Vancouver Catfé closed temporarily because it's out of cats

Almost all the rescue kitties at Catfé have been adopted, so the cafe is closing this week until more cats can arrive from the BC SPCA.

Almost all the furry felines have been adopted by cafe customers, but more arrive Thursday

Vancouver's first cat café, Catfé, opened its door to media and select supporters for a sneak peek. 0:56

The furry felines at Vancouver's first cat cafe, Catfé, have been so popular with customers the shop has had to temporarily close.

The cafe, which opened in December, lets customers drink a coffee and visit with eight to 12 rescue cats.

The cats — provided by the BC SPCA — are all up for adoption, and now, almost all of them have been.

"I was hoping it wouldn't happen, but I knew it was always a possibility," said Catfé owner Michelle Furbacher.

On one hand, it's a success for the new cafe, which has been so popular it takes reservations weeks in advance for the 16 available spots in its "cat lounge" section. (Food and drinks are served in a separate section, following food safety rules).

"It's turning out to be a really great way to adopt or potentially meet cats you might be interested in adopting," she said. "It's just a warm, comfortable environment" with cats free to roam, "their personalities really come out a lot more."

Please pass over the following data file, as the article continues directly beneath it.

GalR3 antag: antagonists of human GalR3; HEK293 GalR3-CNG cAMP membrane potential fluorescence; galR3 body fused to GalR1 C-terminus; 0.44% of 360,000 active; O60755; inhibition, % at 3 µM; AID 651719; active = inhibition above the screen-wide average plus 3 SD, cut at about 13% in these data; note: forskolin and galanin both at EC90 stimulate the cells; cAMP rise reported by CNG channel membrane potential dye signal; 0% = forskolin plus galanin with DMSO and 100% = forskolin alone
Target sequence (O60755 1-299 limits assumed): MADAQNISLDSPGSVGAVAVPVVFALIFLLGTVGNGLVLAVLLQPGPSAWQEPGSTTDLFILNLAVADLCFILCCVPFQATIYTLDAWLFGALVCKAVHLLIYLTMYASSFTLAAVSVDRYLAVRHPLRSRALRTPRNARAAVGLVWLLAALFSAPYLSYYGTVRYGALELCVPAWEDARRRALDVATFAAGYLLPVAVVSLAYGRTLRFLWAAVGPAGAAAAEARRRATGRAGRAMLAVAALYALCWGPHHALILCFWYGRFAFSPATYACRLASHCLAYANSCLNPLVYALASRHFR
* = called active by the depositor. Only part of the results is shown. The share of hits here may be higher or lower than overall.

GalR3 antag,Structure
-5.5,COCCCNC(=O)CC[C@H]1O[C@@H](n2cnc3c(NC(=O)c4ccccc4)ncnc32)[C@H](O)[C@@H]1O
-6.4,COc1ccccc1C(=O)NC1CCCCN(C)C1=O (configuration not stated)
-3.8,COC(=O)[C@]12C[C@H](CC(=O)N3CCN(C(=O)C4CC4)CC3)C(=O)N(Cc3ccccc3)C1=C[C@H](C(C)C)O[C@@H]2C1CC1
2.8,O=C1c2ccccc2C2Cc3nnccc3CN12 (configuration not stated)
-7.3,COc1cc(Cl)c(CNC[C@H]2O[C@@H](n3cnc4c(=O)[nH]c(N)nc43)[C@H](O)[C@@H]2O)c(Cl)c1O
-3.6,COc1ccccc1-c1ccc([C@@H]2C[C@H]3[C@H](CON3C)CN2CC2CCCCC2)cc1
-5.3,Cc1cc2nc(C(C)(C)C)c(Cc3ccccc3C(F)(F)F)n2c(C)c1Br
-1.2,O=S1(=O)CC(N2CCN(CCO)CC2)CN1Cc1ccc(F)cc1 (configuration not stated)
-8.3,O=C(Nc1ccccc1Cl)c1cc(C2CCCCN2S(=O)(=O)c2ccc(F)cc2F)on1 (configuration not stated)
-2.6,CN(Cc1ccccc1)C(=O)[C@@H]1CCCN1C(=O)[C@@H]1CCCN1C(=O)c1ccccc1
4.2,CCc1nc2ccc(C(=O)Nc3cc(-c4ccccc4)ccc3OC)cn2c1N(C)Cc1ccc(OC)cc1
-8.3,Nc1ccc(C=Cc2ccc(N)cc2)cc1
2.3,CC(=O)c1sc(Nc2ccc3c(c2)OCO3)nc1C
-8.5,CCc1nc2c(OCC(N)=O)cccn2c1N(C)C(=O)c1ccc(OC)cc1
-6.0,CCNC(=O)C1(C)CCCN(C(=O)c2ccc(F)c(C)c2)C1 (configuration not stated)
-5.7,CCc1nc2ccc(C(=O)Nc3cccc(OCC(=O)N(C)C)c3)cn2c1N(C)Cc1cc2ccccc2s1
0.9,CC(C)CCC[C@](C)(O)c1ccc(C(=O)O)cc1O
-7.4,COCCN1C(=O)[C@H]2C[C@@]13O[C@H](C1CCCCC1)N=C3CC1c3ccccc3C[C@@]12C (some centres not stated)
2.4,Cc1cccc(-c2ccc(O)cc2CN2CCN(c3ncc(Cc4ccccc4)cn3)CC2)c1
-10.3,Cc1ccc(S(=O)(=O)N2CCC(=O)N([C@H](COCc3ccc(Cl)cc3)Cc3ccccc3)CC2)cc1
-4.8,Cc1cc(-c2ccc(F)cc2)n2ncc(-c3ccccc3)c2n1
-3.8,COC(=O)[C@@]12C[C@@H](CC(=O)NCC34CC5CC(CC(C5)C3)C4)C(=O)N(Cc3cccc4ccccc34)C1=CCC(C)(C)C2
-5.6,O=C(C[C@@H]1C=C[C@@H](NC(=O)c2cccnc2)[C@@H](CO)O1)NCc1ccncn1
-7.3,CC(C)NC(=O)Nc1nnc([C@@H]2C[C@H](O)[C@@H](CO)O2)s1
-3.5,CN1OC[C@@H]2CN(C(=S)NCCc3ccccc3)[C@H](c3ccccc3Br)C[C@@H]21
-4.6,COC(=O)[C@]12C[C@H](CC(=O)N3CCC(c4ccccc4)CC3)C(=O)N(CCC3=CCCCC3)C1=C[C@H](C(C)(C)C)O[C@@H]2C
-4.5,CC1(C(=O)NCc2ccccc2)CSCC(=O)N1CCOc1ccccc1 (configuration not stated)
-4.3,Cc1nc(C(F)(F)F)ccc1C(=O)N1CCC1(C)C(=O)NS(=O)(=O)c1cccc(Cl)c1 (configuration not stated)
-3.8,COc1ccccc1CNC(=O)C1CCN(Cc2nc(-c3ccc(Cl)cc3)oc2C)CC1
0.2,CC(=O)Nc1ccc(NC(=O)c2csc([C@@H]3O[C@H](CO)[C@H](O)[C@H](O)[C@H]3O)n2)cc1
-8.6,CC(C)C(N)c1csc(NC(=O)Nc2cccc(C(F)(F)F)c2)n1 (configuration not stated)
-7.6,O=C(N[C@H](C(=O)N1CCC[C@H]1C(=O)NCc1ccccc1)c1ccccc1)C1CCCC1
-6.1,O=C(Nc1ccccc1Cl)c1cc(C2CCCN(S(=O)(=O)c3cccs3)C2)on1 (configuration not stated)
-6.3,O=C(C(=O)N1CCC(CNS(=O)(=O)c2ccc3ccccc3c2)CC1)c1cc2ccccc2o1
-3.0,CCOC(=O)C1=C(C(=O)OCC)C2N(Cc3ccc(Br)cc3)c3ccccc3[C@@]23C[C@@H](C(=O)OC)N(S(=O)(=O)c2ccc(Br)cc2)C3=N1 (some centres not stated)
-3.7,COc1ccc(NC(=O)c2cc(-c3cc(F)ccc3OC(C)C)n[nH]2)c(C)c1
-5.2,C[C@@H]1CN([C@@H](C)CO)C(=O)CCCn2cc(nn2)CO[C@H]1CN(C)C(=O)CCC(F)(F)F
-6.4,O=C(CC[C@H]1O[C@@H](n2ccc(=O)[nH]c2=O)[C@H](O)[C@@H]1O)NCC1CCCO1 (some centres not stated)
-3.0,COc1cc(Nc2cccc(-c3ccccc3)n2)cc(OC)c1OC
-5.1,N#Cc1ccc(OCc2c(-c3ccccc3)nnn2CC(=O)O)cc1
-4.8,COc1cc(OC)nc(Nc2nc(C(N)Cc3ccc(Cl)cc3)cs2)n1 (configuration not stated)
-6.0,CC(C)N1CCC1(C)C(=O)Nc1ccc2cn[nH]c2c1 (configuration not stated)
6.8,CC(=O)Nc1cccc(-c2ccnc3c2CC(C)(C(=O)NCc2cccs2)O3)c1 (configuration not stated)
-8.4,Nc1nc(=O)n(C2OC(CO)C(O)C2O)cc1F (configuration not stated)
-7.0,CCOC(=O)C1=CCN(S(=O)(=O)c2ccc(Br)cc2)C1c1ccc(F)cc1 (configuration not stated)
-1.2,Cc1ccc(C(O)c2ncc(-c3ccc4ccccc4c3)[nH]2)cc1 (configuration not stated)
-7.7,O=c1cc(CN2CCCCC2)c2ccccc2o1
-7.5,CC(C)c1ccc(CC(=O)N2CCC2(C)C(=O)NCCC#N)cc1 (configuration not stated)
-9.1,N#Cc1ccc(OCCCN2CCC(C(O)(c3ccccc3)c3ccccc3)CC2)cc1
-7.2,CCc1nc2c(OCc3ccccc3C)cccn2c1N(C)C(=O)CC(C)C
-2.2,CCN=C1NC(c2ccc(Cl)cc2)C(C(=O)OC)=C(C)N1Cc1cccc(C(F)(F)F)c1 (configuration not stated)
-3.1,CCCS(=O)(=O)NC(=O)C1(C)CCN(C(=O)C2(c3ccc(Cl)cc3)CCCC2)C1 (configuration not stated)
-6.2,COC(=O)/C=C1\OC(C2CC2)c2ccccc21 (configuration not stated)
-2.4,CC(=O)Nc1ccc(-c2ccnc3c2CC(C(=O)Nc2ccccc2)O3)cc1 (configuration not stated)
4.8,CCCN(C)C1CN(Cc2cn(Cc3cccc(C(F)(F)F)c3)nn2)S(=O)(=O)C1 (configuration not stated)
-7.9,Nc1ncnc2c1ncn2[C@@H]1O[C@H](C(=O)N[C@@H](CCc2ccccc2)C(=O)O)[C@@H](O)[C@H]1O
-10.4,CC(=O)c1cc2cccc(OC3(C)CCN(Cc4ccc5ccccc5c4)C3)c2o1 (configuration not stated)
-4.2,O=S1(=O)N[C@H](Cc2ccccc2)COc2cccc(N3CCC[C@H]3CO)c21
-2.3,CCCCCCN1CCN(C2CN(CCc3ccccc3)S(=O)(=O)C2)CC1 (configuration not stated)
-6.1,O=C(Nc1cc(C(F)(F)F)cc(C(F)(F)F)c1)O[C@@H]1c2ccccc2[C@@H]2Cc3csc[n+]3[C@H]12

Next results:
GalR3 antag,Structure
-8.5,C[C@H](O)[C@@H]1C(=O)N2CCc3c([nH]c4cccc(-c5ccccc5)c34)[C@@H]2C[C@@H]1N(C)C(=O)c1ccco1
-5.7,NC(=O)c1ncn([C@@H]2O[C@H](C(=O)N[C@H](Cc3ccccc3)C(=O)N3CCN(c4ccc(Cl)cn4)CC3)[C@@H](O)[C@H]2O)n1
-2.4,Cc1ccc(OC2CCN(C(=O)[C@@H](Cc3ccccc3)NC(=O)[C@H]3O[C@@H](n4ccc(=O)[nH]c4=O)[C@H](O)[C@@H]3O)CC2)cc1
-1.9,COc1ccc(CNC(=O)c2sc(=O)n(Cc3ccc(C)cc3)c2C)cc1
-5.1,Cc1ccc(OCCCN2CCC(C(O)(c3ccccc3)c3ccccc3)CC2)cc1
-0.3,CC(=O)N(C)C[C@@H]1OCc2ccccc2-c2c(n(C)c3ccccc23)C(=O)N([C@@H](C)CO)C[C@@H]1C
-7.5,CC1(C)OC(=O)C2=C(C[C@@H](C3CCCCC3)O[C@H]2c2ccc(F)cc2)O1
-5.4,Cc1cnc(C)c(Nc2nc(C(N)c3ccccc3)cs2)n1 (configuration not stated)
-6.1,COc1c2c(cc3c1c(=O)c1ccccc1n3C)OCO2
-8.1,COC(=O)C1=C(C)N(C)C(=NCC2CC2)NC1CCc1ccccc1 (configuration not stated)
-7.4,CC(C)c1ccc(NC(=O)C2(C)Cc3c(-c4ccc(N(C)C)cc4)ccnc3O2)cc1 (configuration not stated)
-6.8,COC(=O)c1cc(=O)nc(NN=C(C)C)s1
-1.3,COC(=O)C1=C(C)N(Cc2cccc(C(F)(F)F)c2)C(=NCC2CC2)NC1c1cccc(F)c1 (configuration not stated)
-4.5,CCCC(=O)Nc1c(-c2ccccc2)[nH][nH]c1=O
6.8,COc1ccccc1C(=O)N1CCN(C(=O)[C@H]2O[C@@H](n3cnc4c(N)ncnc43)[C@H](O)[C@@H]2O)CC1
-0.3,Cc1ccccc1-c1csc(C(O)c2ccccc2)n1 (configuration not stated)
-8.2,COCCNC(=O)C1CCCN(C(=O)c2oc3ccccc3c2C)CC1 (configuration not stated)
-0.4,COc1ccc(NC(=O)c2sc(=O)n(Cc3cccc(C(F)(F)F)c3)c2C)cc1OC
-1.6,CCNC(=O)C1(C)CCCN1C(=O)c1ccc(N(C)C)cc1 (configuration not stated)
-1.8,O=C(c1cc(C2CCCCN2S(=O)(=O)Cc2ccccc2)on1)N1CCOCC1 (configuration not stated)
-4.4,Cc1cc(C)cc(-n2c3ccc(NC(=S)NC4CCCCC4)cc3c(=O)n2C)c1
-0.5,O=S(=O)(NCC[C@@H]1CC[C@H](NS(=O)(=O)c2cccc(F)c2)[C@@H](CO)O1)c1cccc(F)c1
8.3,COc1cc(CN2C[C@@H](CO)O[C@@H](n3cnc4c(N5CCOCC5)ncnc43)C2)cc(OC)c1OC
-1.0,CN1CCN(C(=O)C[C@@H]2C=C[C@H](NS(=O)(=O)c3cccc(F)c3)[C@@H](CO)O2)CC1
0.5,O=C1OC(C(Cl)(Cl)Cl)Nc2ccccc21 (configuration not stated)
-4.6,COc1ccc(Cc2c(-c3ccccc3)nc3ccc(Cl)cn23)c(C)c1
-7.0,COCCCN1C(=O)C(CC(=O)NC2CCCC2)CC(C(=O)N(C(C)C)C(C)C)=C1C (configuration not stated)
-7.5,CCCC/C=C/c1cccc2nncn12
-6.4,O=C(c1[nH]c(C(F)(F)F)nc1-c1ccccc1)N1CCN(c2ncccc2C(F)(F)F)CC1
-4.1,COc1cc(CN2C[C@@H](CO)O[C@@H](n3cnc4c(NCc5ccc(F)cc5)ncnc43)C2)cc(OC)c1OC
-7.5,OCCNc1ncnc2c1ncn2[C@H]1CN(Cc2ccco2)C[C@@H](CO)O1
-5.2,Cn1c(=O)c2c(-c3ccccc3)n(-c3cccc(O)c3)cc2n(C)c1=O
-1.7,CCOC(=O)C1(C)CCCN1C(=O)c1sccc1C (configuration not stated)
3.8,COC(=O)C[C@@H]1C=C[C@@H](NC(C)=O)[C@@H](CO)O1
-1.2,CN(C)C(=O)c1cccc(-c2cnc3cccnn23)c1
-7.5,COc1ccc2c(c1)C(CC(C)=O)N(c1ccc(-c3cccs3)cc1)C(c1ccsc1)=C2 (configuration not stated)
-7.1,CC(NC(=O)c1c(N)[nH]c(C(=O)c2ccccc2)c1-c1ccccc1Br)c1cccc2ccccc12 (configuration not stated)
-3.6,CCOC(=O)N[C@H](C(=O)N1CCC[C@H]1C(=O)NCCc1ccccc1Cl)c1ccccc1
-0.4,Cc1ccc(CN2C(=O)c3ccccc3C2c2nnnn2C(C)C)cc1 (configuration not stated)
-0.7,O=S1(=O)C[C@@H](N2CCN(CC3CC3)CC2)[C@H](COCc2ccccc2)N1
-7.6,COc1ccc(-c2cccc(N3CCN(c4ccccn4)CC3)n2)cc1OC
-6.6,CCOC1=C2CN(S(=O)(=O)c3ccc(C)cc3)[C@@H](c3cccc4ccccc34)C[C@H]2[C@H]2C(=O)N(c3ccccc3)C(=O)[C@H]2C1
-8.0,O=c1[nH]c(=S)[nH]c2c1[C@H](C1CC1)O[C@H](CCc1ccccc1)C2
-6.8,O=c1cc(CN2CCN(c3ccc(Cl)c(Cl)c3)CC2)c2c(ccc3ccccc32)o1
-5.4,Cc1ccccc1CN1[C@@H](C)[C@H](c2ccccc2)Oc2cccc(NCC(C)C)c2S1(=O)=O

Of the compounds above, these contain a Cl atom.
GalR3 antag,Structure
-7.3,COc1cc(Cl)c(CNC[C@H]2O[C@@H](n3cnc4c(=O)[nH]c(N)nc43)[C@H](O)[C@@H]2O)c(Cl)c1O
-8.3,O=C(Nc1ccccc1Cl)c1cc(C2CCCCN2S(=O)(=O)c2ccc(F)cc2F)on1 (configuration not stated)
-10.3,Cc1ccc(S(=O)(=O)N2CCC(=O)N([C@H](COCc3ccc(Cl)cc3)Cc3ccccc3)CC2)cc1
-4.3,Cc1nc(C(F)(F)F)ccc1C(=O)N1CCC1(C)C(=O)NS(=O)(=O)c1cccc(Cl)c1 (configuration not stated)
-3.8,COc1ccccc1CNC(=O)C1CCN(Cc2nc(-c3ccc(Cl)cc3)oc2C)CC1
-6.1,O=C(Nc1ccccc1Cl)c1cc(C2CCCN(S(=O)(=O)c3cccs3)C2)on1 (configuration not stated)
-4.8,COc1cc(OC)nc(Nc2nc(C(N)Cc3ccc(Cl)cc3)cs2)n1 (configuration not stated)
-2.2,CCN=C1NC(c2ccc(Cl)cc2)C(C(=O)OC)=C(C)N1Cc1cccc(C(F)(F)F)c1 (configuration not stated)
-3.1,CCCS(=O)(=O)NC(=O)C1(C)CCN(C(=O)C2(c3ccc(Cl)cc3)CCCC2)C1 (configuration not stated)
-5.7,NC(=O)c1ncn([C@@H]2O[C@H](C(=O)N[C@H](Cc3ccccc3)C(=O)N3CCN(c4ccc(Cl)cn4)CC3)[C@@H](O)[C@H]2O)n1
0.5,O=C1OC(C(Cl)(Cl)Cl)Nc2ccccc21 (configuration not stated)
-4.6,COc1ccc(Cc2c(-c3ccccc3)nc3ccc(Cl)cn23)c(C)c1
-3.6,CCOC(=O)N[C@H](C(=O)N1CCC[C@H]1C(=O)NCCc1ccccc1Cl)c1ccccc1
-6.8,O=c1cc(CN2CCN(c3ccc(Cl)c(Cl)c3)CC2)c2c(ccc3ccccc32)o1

But Furbacher said it's also a challenge for the Catfé's business model.

"Obviously, we were hoping not to have to be closed," she said. "We want the cats to get adopted, but we also want to have a space where you can just go hang out with the cats even if you're not necessarily looking to adopt."

Furbacher says she doesn't want to keep any cats in the shop permanently, because she feels it would be unfair to them.

Catfé lets customers grab a java and play with cats, that are all up for adoption — and now most are spoken for. (Megan Batchelor/CBC)

More cats arrive Thursday

There has been an "adoption spree" over the past three weeks, with 11 cats finding new homes from their Catfé interactions, said Furbacher.

The two cats left in the cafe yesterday seemed overwhelmed by humans, so she decided it was time to close until the next "shipment" of cats, hand-picked by the SPCA, arrive on Thursday.

The holiday season, and even winter road conditions in northern B.C. have slowed the arrival of more cats, she said.

"We get a lot of our cats in from the northern branches of the SPCA," she said.

Furbacher plans to reopen Friday.

In the meantime, she reminds the public there are plenty of cats from other shelters still waiting for homes.

With files from Stephanie Mercier

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